Pillar 3 Disclosure
Tages Capital LLP (“the Firm”, or “Tages”) is authorised by the Financial Conduct Authority (“FCA”) as a full-scope UK Alternative Investment Fund Manager and is categorised by the FCA for prudential regulatory purposes both as a Collective Portfolio Management Investment Firm (“CPMI Firm”) and a BIPRU Firm. The regulatory capital framework applicable to Tages is that which has been established by both of the Capital Requirements Directive (‘CRD’) and the Alternative Investment Fund Managers Directive (“AIFMD”).
The Pillar 3 disclosure of Tages is set out below as required by the Financial Conduct Authority’s (“FCA”) “Prudential Sourcebook for Banks, Building Societies and Investment Firms” (BIPRU) specifically BIPRU 11. The regulatory aim of the disclosures is to improve market discipline.
The prudential framework for investment management firms consists of three “pillars”:
• Pillar 1 – sets out the minimum capital requirements for the investment manager;
• Pillar 2 – deals with the Internal Capital Adequacy Assessment Process (“ICAAP”) undertaken by the Firm to assess the adequacy of capital held in relation to its material risks; and
• Pillar 3 – requires the Firm to publicly disclose its policies on risk management, capital resources and capital requirements.
Tages makes Pillar 3 disclosures annually, via the Firm’s annual financial statements. The information contained in this disclosure is accurate as of 31st December 2019 and has not been audited by any external auditors and does not constitute any form of financial statement.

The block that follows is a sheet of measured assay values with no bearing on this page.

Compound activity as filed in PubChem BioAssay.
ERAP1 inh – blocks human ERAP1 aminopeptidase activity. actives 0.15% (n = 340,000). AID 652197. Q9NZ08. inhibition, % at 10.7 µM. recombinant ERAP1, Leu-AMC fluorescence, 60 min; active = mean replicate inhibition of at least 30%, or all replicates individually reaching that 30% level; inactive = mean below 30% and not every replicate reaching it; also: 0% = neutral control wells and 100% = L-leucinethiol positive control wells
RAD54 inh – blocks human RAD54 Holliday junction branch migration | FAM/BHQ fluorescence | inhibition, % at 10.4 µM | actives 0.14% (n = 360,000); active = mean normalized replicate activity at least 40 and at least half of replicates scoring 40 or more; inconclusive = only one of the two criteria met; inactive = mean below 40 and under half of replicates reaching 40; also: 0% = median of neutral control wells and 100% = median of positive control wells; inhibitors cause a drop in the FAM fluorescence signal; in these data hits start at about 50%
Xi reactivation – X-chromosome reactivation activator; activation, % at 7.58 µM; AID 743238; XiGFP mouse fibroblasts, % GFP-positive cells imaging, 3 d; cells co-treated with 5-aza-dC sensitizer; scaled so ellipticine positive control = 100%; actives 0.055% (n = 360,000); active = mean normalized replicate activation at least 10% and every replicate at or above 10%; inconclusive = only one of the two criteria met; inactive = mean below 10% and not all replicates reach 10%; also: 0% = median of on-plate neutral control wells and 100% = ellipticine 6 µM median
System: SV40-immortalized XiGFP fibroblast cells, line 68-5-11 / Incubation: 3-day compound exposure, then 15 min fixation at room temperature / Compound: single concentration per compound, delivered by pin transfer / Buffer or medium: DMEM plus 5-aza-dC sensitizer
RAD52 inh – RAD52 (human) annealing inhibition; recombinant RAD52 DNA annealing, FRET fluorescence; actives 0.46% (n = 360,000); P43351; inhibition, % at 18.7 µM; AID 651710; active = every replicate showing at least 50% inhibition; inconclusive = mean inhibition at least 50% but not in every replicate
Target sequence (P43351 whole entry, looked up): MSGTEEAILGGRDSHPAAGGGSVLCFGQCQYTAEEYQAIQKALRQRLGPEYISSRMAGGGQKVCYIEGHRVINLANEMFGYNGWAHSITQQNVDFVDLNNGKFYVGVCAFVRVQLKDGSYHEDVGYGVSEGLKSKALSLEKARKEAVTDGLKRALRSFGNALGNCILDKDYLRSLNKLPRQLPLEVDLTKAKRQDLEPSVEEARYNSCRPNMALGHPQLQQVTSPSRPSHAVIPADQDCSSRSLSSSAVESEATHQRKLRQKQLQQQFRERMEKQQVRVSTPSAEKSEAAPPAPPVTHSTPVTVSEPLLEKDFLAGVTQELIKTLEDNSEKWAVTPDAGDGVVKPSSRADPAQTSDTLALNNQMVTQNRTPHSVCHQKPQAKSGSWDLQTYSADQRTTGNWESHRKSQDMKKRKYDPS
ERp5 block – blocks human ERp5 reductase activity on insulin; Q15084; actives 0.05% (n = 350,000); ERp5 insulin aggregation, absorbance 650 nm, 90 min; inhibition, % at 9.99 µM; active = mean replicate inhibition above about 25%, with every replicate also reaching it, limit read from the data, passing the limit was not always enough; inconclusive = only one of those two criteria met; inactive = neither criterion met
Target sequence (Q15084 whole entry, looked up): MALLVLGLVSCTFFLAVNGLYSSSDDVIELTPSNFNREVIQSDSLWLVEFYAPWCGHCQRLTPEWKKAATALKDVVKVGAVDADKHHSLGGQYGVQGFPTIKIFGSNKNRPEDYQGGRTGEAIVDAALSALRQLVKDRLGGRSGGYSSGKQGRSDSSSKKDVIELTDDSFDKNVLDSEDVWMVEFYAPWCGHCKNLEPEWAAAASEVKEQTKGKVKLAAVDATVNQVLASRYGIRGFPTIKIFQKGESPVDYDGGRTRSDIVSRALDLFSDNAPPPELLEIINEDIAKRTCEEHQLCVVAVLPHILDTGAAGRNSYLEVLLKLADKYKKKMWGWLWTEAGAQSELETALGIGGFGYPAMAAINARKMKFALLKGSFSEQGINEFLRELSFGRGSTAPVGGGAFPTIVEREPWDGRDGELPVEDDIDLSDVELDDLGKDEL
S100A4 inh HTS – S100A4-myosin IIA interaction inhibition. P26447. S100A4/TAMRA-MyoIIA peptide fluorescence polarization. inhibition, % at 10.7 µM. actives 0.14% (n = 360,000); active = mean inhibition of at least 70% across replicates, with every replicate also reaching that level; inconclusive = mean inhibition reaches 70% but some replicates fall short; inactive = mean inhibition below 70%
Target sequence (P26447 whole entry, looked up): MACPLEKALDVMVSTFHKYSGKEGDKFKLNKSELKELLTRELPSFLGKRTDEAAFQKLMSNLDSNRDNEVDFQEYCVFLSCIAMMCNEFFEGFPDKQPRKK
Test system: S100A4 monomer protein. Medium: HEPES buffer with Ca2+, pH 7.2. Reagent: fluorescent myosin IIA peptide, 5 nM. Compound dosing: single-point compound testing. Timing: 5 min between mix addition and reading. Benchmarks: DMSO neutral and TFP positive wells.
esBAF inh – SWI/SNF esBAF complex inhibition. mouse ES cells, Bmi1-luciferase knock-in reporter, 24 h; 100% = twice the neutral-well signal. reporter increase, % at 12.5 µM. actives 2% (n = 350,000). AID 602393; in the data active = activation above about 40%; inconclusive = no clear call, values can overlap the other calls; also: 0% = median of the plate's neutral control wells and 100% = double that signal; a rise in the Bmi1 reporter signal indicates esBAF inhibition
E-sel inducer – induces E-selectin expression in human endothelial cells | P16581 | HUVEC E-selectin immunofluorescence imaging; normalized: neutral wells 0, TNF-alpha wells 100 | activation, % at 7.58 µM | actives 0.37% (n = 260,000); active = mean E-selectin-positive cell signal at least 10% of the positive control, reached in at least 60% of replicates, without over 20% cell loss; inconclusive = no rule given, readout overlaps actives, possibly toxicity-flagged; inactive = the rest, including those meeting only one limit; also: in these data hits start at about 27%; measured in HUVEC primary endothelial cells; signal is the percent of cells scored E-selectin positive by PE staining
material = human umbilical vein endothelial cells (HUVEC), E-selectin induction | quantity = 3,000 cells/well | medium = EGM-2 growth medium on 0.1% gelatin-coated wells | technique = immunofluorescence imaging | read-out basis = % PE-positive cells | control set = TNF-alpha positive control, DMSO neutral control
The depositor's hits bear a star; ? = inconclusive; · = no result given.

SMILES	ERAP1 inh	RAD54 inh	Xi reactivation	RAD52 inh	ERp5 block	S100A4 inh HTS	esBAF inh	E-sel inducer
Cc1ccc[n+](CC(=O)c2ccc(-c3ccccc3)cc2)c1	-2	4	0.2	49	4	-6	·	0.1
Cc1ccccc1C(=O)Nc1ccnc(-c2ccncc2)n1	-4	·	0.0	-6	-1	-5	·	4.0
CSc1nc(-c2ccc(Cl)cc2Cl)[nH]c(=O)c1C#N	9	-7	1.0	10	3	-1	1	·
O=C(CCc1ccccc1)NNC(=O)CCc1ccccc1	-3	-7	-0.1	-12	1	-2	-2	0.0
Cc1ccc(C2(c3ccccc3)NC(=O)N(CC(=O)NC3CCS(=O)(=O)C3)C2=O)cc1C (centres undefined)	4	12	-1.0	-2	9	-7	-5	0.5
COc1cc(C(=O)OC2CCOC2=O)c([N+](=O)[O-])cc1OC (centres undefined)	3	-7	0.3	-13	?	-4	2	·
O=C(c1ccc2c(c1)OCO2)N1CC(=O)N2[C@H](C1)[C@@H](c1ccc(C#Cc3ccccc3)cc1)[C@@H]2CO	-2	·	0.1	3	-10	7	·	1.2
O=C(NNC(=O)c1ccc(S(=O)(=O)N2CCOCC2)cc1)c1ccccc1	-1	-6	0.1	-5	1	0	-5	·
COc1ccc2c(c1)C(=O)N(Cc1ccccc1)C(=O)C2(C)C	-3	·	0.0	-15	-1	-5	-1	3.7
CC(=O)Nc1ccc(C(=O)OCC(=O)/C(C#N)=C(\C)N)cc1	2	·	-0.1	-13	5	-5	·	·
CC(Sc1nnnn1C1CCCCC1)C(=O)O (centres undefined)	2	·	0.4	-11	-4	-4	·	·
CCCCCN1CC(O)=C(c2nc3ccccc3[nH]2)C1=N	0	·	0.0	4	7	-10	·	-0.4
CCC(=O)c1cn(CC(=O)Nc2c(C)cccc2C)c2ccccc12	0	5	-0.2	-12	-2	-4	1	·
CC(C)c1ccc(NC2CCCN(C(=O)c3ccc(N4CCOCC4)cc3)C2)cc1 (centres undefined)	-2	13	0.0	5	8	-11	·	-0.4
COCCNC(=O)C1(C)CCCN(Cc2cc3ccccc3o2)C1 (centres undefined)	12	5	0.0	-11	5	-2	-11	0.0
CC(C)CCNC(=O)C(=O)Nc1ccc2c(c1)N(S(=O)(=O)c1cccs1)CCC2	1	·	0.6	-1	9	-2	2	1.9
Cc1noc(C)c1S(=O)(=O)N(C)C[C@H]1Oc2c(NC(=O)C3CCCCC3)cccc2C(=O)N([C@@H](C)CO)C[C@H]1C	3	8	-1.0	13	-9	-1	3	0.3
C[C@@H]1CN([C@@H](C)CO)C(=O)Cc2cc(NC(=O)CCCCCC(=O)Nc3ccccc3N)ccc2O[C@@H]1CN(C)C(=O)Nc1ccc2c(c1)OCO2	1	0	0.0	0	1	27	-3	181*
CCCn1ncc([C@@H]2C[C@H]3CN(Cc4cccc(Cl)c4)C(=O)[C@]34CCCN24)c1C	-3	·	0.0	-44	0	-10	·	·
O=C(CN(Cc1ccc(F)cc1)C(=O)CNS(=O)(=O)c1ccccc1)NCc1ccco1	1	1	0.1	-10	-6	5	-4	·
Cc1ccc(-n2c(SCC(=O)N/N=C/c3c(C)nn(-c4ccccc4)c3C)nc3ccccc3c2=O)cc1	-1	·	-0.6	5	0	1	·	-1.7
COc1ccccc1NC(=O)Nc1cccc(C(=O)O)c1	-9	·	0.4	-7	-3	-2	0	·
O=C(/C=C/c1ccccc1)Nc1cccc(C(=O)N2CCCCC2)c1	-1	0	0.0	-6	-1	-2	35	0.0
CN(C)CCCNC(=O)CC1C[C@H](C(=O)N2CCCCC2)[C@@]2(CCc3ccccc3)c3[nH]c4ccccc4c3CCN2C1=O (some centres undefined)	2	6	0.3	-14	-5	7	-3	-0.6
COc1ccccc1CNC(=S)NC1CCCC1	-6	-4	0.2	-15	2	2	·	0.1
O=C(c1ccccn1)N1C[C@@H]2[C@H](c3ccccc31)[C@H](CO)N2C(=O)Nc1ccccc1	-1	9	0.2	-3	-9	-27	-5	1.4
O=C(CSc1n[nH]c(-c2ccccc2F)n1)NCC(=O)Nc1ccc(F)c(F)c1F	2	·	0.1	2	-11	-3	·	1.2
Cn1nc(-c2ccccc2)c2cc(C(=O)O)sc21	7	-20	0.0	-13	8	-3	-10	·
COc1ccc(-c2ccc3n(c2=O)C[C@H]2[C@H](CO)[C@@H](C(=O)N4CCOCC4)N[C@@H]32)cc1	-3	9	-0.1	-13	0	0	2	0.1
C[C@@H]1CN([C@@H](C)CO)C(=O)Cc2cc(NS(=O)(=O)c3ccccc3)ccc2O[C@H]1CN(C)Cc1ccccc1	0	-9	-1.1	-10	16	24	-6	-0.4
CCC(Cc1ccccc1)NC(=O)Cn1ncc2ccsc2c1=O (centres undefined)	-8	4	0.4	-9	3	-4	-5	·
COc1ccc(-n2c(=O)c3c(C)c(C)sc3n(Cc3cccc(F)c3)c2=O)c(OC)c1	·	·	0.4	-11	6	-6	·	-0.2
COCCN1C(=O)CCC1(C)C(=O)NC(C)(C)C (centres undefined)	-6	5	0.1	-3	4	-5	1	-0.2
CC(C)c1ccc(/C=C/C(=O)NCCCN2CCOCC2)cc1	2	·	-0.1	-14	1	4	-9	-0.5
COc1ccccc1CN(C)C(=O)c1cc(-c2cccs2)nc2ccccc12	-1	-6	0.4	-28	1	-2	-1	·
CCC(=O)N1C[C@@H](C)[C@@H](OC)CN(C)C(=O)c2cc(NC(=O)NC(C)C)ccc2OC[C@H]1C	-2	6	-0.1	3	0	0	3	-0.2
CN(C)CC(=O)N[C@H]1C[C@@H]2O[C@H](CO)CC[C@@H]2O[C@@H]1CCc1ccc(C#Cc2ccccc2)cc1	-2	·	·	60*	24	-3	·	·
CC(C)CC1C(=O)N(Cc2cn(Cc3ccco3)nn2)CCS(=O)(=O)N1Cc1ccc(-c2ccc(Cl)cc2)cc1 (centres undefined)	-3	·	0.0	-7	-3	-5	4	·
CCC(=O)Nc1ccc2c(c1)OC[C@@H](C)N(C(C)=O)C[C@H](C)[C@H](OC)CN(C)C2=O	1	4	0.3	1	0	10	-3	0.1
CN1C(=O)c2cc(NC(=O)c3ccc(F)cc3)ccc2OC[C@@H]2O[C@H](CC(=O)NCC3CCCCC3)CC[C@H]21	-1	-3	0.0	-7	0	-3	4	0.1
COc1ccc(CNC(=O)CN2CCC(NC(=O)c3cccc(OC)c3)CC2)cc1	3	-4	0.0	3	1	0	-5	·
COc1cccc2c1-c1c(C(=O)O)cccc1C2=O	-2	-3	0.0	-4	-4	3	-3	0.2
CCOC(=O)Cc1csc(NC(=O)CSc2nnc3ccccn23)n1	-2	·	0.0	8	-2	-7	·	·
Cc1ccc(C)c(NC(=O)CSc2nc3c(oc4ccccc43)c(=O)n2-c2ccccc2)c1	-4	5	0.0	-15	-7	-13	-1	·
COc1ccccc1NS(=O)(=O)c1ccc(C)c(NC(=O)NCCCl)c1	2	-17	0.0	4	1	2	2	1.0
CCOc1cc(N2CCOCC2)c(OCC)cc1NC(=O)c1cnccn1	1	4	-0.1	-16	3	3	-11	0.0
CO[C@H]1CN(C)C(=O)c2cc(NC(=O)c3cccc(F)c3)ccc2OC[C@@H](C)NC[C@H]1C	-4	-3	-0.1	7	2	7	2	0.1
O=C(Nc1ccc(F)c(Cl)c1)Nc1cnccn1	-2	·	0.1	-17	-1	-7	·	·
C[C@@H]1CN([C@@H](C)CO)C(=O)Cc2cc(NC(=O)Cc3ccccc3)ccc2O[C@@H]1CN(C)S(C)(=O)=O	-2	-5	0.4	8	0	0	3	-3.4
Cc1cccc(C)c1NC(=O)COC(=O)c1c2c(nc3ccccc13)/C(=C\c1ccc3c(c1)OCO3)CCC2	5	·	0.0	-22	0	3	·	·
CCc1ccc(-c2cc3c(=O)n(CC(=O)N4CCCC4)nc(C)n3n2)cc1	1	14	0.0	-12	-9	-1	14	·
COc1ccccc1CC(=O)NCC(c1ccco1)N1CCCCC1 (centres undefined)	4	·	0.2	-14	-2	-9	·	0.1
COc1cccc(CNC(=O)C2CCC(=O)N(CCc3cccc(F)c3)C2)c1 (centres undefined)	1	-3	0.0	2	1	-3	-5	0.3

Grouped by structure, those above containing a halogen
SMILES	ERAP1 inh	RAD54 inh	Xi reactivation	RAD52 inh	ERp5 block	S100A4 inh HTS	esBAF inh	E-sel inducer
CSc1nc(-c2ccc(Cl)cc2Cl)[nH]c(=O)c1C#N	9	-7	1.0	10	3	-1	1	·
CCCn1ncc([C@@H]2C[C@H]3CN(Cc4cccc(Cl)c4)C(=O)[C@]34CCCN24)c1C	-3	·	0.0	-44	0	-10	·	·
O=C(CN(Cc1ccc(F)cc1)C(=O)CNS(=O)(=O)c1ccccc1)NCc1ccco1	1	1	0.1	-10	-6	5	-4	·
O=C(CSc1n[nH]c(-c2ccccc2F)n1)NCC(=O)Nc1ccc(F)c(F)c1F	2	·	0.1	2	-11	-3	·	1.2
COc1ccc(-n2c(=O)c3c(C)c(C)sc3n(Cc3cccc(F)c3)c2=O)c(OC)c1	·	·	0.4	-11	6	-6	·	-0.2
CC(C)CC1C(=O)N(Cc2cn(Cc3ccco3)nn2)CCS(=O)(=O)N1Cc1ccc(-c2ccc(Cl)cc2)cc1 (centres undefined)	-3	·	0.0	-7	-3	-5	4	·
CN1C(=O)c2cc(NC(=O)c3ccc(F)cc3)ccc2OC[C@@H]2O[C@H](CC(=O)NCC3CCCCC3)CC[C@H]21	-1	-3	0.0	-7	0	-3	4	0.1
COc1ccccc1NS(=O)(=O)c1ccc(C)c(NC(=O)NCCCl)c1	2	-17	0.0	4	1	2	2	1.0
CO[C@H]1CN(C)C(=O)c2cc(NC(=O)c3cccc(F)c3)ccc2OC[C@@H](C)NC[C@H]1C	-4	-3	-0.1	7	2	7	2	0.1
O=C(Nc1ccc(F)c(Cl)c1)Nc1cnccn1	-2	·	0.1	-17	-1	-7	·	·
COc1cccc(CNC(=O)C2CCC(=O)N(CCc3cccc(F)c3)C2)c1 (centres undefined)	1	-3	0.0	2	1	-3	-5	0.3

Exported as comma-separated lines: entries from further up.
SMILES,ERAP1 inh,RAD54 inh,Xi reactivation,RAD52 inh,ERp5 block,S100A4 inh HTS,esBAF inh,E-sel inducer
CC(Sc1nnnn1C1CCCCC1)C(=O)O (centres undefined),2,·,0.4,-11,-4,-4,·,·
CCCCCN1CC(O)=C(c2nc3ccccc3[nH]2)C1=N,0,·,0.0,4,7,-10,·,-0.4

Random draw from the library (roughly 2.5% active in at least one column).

Certain information relating to BIPRU 11.5 has been omitted on the basis that it has been deemed to be immaterial or confidential. The Firm regards information as material if its omission or misstatement could change or influence the assessment or decision of a user relying on that information for the purpose of making economic decisions.
The Firm regards information as proprietary/confidential if sharing that information with the public would undermine its competitive position. Proprietary/confidential information may include information on products or systems which, if shared with competitors, would render the Firm’s investments therein less valuable. Further, the Firm must regard information as confidential if there are obligations to customers or other counterparty relationships binding the Firm to confidentiality.
The Firm is authorised and regulated by the FCA and as such is subject to minimum regulatory capital requirements. The Firm is categorised by the FCA, for capital purposes, as a Collective Portfolio Management Investment (“CPMI”) firm. It is an investment management firm and has no trading book exposures. The Firm is not required to prepare consolidated reporting for prudential purposes.
Capital Resources Requirement
As a CPMI firm, the Pillar 1 capital requirement is calculated as the higher of the:
• Fixed Overhead Requirement (“FOR”);
• Base Capital Requirement of €125,000; or
• The funds under management requirement (the sum of the Firm’s base own funds requirements of €125k plus 0.02% of the amount by which the Firm’s funds under management (related to Alternative Investment Funds) exceed €250m); and
Whichever is the applicable of:
• The professional negligence capital requirement (“additional own funds requirement”); or
• The professional indemnity insurance (“PII”) capital requirement